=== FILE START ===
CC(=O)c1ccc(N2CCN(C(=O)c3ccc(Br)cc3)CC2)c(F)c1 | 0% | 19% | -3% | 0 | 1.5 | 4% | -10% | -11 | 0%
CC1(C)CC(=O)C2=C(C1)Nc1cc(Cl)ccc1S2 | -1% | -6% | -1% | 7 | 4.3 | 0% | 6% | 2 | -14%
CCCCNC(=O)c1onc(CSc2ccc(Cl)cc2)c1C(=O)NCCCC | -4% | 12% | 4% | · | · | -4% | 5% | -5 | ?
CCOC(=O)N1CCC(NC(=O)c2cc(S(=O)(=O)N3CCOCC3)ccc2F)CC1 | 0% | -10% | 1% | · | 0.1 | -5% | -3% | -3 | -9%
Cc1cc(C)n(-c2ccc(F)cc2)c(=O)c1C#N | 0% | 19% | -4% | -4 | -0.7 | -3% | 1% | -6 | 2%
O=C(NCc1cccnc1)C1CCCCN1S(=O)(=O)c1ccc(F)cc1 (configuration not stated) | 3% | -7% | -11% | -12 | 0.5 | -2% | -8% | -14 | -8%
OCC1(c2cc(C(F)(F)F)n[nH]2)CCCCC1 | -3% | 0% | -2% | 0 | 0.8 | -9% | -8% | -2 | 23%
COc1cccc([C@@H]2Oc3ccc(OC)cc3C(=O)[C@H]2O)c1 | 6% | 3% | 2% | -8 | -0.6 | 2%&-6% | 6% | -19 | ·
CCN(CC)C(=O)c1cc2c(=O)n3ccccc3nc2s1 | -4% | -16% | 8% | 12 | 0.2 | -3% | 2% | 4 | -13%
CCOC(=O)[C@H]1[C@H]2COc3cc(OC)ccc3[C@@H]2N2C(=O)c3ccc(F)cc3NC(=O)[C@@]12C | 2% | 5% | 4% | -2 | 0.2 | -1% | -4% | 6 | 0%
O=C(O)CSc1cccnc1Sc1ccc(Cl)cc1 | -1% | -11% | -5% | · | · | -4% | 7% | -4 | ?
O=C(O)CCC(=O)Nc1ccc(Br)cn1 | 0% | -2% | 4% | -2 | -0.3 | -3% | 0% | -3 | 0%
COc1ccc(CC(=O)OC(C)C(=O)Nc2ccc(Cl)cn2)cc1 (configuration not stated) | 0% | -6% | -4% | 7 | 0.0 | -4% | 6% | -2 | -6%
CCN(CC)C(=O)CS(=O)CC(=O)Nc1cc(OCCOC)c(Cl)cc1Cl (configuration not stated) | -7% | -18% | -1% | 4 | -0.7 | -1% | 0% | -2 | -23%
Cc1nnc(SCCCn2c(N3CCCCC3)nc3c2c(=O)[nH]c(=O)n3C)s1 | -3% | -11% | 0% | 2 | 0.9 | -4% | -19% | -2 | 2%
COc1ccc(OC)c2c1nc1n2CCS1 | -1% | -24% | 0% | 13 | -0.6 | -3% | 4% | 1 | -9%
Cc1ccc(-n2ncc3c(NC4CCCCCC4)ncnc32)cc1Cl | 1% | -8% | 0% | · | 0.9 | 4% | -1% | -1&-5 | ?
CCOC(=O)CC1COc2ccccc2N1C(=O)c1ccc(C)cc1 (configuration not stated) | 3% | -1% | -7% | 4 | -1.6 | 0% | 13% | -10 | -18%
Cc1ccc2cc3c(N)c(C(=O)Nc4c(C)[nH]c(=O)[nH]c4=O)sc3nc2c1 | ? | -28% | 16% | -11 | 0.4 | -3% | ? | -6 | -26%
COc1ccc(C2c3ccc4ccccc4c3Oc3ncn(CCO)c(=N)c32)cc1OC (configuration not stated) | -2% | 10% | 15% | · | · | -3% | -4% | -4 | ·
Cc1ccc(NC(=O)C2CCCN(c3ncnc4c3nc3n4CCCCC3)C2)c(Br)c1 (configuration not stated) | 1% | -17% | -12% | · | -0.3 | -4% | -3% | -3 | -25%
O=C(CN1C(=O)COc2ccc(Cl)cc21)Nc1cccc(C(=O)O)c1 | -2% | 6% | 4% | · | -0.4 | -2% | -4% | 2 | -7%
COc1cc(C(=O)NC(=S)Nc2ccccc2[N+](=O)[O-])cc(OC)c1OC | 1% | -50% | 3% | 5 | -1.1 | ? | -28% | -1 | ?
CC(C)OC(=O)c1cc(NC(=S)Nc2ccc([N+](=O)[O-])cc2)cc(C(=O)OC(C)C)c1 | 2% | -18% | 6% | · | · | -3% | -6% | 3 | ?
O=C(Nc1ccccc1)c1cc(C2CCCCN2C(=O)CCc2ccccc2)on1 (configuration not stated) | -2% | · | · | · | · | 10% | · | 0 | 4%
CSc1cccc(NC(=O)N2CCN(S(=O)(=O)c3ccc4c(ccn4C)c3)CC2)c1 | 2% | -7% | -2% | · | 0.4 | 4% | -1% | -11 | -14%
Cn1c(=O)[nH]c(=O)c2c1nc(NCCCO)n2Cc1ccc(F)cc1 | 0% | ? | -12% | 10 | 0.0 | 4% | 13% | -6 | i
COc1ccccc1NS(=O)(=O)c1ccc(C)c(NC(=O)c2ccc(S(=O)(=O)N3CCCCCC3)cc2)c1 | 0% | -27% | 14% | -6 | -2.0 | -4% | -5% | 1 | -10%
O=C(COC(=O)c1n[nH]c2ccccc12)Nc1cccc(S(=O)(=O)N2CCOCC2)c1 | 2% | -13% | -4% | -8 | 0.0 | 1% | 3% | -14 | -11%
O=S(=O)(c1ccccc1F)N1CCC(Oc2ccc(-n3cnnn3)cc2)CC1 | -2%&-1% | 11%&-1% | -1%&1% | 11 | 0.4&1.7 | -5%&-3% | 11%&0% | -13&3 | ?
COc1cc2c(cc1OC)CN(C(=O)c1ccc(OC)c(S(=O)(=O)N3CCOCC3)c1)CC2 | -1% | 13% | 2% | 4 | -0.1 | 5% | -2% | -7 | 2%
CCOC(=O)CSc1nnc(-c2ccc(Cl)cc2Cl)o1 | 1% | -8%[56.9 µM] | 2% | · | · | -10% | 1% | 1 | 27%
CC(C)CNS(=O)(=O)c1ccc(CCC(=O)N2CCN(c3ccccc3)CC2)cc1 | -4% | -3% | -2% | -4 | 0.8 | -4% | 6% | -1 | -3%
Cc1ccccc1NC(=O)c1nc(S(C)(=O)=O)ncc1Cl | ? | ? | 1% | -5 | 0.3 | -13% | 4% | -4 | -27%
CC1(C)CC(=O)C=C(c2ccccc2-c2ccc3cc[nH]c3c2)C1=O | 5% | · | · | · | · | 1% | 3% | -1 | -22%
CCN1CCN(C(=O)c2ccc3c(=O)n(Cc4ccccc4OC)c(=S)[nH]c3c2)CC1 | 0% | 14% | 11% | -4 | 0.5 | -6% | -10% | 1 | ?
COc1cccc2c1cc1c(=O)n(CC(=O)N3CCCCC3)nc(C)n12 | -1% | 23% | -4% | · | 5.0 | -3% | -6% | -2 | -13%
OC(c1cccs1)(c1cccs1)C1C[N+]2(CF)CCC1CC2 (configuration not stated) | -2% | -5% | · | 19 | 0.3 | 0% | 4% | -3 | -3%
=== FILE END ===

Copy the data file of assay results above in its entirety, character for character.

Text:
CC(=O)c1ccc(N2CCN(C(=O)c3ccc(Br)cc3)CC2)c(F)c1 | 0% | 19% | -3% | 0 | 1.5 | 4% | -10% | -11 | 0%
CC1(C)CC(=O)C2=C(C1)Nc1cc(Cl)ccc1S2 | -1% | -6% | -1% | 7 | 4.3 | 0% | 6% | 2 | -14%
CCCCNC(=O)c1onc(CSc2ccc(Cl)cc2)c1C(=O)NCCCC | -4% | 12% | 4% | · | · | -4% | 5% | -5 | ?
CCOC(=O)N1CCC(NC(=O)c2cc(S(=O)(=O)N3CCOCC3)ccc2F)CC1 | 0% | -10% | 1% | · | 0.1 | -5% | -3% | -3 | -9%
Cc1cc(C)n(-c2ccc(F)cc2)c(=O)c1C#N | 0% | 19% | -4% | -4 | -0.7 | -3% | 1% | -6 | 2%
O=C(NCc1cccnc1)C1CCCCN1S(=O)(=O)c1ccc(F)cc1 (configuration not stated) | 3% | -7% | -11% | -12 | 0.5 | -2% | -8% | -14 | -8%
OCC1(c2cc(C(F)(F)F)n[nH]2)CCCCC1 | -3% | 0% | -2% | 0 | 0.8 | -9% | -8% | -2 | 23%
COc1cccc([C@@H]2Oc3ccc(OC)cc3C(=O)[C@H]2O)c1 | 6% | 3% | 2% | -8 | -0.6 | 2%&-6% | 6% | -19 | ·
CCN(CC)C(=O)c1cc2c(=O)n3ccccc3nc2s1 | -4% | -16% | 8% | 12 | 0.2 | -3% | 2% | 4 | -13%
CCOC(=O)[C@H]1[C@H]2COc3cc(OC)ccc3[C@@H]2N2C(=O)c3ccc(F)cc3NC(=O)[C@@]12C | 2% | 5% | 4% | -2 | 0.2 | -1% | -4% | 6 | 0%
O=C(O)CSc1cccnc1Sc1ccc(Cl)cc1 | -1% | -11% | -5% | · | · | -4% | 7% | -4 | ?
O=C(O)CCC(=O)Nc1ccc(Br)cn1 | 0% | -2% | 4% | -2 | -0.3 | -3% | 0% | -3 | 0%
COc1ccc(CC(=O)OC(C)C(=O)Nc2ccc(Cl)cn2)cc1 (configuration not stated) | 0% | -6% | -4% | 7 | 0.0 | -4% | 6% | -2 | -6%
CCN(CC)C(=O)CS(=O)CC(=O)Nc1cc(OCCOC)c(Cl)cc1Cl (configuration not stated) | -7% | -18% | -1% | 4 | -0.7 | -1% | 0% | -2 | -23%
Cc1nnc(SCCCn2c(N3CCCCC3)nc3c2c(=O)[nH]c(=O)n3C)s1 | -3% | -11% | 0% | 2 | 0.9 | -4% | -19% | -2 | 2%
COc1ccc(OC)c2c1nc1n2CCS1 | -1% | -24% | 0% | 13 | -0.6 | -3% | 4% | 1 | -9%
Cc1ccc(-n2ncc3c(NC4CCCCCC4)ncnc32)cc1Cl | 1% | -8% | 0% | · | 0.9 | 4% | -1% | -1&-5 | ?
CCOC(=O)CC1COc2ccccc2N1C(=O)c1ccc(C)cc1 (configuration not stated) | 3% | -1% | -7% | 4 | -1.6 | 0% | 13% | -10 | -18%
Cc1ccc2cc3c(N)c(C(=O)Nc4c(C)[nH]c(=O)[nH]c4=O)sc3nc2c1 | ? | -28% | 16% | -11 | 0.4 | -3% | ? | -6 | -26%
COc1ccc(C2c3ccc4ccccc4c3Oc3ncn(CCO)c(=N)c32)cc1OC (configuration not stated) | -2% | 10% | 15% | · | · | -3% | -4% | -4 | ·
Cc1ccc(NC(=O)C2CCCN(c3ncnc4c3nc3n4CCCCC3)C2)c(Br)c1 (configuration not stated) | 1% | -17% | -12% | · | -0.3 | -4% | -3% | -3 | -25%
O=C(CN1C(=O)COc2ccc(Cl)cc21)Nc1cccc(C(=O)O)c1 | -2% | 6% | 4% | · | -0.4 | -2% | -4% | 2 | -7%
COc1cc(C(=O)NC(=S)Nc2ccccc2[N+](=O)[O-])cc(OC)c1OC | 1% | -50% | 3% | 5 | -1.1 | ? | -28% | -1 | ?
CC(C)OC(=O)c1cc(NC(=S)Nc2ccc([N+](=O)[O-])cc2)cc(C(=O)OC(C)C)c1 | 2% | -18% | 6% | · | · | -3% | -6% | 3 | ?
O=C(Nc1ccccc1)c1cc(C2CCCCN2C(=O)CCc2ccccc2)on1 (configuration not stated) | -2% | · | · | · | · | 10% | · | 0 | 4%
CSc1cccc(NC(=O)N2CCN(S(=O)(=O)c3ccc4c(ccn4C)c3)CC2)c1 | 2% | -7% | -2% | · | 0.4 | 4% | -1% | -11 | -14%
Cn1c(=O)[nH]c(=O)c2c1nc(NCCCO)n2Cc1ccc(F)cc1 | 0% | ? | -12% | 10 | 0.0 | 4% | 13% | -6 | i
COc1ccccc1NS(=O)(=O)c1ccc(C)c(NC(=O)c2ccc(S(=O)(=O)N3CCCCCC3)cc2)c1 | 0% | -27% | 14% | -6 | -2.0 | -4% | -5% | 1 | -10%
O=C(COC(=O)c1n[nH]c2ccccc12)Nc1cccc(S(=O)(=O)N2CCOCC2)c1 | 2% | -13% | -4% | -8 | 0.0 | 1% | 3% | -14 | -11%
O=S(=O)(c1ccccc1F)N1CCC(Oc2ccc(-n3cnnn3)cc2)CC1 | -2%&-1% | 11%&-1% | -1%&1% | 11 | 0.4&1.7 | -5%&-3% | 11%&0% | -13&3 | ?
COc1cc2c(cc1OC)CN(C(=O)c1ccc(OC)c(S(=O)(=O)N3CCOCC3)c1)CC2 | -1% | 13% | 2% | 4 | -0.1 | 5% | -2% | -7 | 2%
CCOC(=O)CSc1nnc(-c2ccc(Cl)cc2Cl)o1 | 1% | -8%[56.9 µM] | 2% | · | · | -10% | 1% | 1 | 27%
CC(C)CNS(=O)(=O)c1ccc(CCC(=O)N2CCN(c3ccccc3)CC2)cc1 | -4% | -3% | -2% | -4 | 0.8 | -4% | 6% | -1 | -3%
Cc1ccccc1NC(=O)c1nc(S(C)(=O)=O)ncc1Cl | ? | ? | 1% | -5 | 0.3 | -13% | 4% | -4 | -27%
CC1(C)CC(=O)C=C(c2ccccc2-c2ccc3cc[nH]c3c2)C1=O | 5% | · | · | · | · | 1% | 3% | -1 | -22%
CCN1CCN(C(=O)c2ccc3c(=O)n(Cc4ccccc4OC)c(=S)[nH]c3c2)CC1 | 0% | 14% | 11% | -4 | 0.5 | -6% | -10% | 1 | ?
COc1cccc2c1cc1c(=O)n(CC(=O)N3CCCCC3)nc(C)n12 | -1% | 23% | -4% | · | 5.0 | -3% | -6% | -2 | -13%
OC(c1cccs1)(c1cccs1)C1C[N+]2(CF)CCC1CC2 (configuration not stated) | -2% | -5% | · | 19 | 0.3 | 0% | 4% | -3 | -3%